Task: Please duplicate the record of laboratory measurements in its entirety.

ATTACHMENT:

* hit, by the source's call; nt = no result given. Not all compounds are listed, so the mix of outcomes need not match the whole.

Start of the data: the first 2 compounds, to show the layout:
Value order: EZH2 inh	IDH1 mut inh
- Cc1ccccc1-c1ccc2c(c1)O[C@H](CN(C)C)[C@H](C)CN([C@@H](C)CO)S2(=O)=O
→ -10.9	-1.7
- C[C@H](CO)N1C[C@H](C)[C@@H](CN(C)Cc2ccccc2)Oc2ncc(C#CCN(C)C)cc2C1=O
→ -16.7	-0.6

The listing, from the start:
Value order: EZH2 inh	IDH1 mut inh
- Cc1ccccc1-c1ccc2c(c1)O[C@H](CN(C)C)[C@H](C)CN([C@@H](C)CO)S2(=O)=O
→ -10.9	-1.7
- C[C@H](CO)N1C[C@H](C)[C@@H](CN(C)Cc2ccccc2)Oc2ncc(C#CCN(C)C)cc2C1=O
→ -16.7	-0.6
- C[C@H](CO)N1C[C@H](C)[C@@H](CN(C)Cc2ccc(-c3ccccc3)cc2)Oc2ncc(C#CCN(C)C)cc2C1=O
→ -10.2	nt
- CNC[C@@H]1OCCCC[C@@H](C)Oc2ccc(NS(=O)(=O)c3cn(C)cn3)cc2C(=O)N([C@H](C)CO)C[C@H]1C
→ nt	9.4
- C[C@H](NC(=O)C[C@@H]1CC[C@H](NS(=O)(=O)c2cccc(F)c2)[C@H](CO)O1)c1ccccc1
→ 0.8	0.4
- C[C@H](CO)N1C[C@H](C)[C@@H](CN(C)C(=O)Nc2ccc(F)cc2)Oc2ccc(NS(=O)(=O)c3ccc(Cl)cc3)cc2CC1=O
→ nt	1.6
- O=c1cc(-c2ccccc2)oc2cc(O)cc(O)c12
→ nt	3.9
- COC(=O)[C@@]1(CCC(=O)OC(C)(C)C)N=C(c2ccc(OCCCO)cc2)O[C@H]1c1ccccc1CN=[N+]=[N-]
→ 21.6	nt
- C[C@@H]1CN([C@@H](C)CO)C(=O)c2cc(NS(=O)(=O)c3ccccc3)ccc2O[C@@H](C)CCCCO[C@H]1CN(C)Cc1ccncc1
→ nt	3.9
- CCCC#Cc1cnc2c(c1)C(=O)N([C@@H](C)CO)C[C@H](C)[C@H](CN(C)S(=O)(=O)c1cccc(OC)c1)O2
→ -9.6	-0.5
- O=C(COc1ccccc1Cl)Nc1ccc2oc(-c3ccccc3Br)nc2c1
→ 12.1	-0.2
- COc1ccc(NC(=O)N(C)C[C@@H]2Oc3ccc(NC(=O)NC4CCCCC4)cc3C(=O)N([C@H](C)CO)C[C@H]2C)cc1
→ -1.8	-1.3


* hit, by the source's call; nt = no result given. Not all compounds are listed, so the mix of outcomes need not match the whole.

Start of the data: the first 2 compounds, to show the layout:
Value order: EZH2 inh	IDH1 mut inh
- Cc1ccccc1-c1ccc2c(c1)O[C@H](CN(C)C)[C@H](C)CN([C@@H](C)CO)S2(=O)=O
→ -10.9	-1.7
- C[C@H](CO)N1C[C@H](C)[C@@H](CN(C)Cc2ccccc2)Oc2ncc(C#CCN(C)C)cc2C1=O
→ -16.7	-0.6

The listing, from the start:
Value order: EZH2 inh	IDH1 mut inh
- Cc1ccccc1-c1ccc2c(c1)O[C@H](CN(C)C)[C@H](C)CN([C@@H](C)CO)S2(=O)=O
→ -10.9	-1.7
- C[C@H](CO)N1C[C@H](C)[C@@H](CN(C)Cc2ccccc2)Oc2ncc(C#CCN(C)C)cc2C1=O
→ -16.7	-0.6
- C[C@H](CO)N1C[C@H](C)[C@@H](CN(C)Cc2ccc(-c3ccccc3)cc2)Oc2ncc(C#CCN(C)C)cc2C1=O
→ -10.2	nt
- CNC[C@@H]1OCCCC[C@@H](C)Oc2ccc(NS(=O)(=O)c3cn(C)cn3)cc2C(=O)N([C@H](C)CO)C[C@H]1C
→ nt	9.4
- C[C@H](NC(=O)C[C@@H]1CC[C@H](NS(=O)(=O)c2cccc(F)c2)[C@H](CO)O1)c1ccccc1
→ 0.8	0.4
- C[C@H](CO)N1C[C@H](C)[C@@H](CN(C)C(=O)Nc2ccc(F)cc2)Oc2ccc(NS(=O)(=O)c3ccc(Cl)cc3)cc2CC1=O
→ nt	1.6
- O=c1cc(-c2ccccc2)oc2cc(O)cc(O)c12
→ nt	3.9
- COC(=O)[C@@]1(CCC(=O)OC(C)(C)C)N=C(c2ccc(OCCCO)cc2)O[C@H]1c1ccccc1CN=[N+]=[N-]
→ 21.6	nt
- C[C@@H]1CN([C@@H](C)CO)C(=O)c2cc(NS(=O)(=O)c3ccccc3)ccc2O[C@@H](C)CCCCO[C@H]1CN(C)Cc1ccncc1
→ nt	3.9
- CCCC#Cc1cnc2c(c1)C(=O)N([C@@H](C)CO)C[C@H](C)[C@H](CN(C)S(=O)(=O)c1cccc(OC)c1)O2
→ -9.6	-0.5
- O=C(COc1ccccc1Cl)Nc1ccc2oc(-c3ccccc3Br)nc2c1
→ 12.1	-0.2
- COc1ccc(NC(=O)N(C)C[C@@H]2Oc3ccc(NC(=O)NC4CCCCC4)cc3C(=O)N([C@H](C)CO)C[C@H]2C)cc1
→ -1.8	-1.3